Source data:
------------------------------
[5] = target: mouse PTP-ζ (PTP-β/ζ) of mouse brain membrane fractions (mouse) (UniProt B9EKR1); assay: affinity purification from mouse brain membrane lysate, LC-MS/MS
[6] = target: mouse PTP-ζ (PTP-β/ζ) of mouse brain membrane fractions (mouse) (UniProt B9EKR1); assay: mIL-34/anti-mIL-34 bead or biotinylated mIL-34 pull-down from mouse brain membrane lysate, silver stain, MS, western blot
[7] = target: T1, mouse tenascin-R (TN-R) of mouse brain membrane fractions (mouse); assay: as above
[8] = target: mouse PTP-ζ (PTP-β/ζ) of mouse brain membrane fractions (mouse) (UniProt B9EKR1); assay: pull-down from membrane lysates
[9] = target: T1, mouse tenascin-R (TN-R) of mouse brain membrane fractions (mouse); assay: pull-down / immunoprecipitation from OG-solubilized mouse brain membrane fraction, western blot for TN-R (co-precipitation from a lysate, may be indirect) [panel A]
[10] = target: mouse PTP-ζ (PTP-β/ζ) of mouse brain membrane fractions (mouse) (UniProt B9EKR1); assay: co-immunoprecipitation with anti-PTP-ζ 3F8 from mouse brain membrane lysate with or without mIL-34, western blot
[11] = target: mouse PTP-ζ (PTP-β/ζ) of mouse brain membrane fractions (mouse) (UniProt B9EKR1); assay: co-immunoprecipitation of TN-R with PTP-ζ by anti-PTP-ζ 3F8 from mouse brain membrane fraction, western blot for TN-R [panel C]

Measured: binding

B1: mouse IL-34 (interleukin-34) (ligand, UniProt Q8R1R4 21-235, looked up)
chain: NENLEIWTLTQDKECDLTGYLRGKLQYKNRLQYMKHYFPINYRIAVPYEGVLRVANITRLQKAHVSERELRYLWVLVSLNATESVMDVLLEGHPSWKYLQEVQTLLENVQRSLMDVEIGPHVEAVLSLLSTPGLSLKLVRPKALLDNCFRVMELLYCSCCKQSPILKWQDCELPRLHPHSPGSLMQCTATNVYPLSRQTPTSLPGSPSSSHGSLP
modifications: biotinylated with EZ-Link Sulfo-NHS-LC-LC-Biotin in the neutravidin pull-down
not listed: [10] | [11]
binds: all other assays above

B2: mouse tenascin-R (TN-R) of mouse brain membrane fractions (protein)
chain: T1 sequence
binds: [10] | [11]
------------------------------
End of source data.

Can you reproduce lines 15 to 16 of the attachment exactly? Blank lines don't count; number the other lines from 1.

chain: T1 sequence
binds: [10] | [11]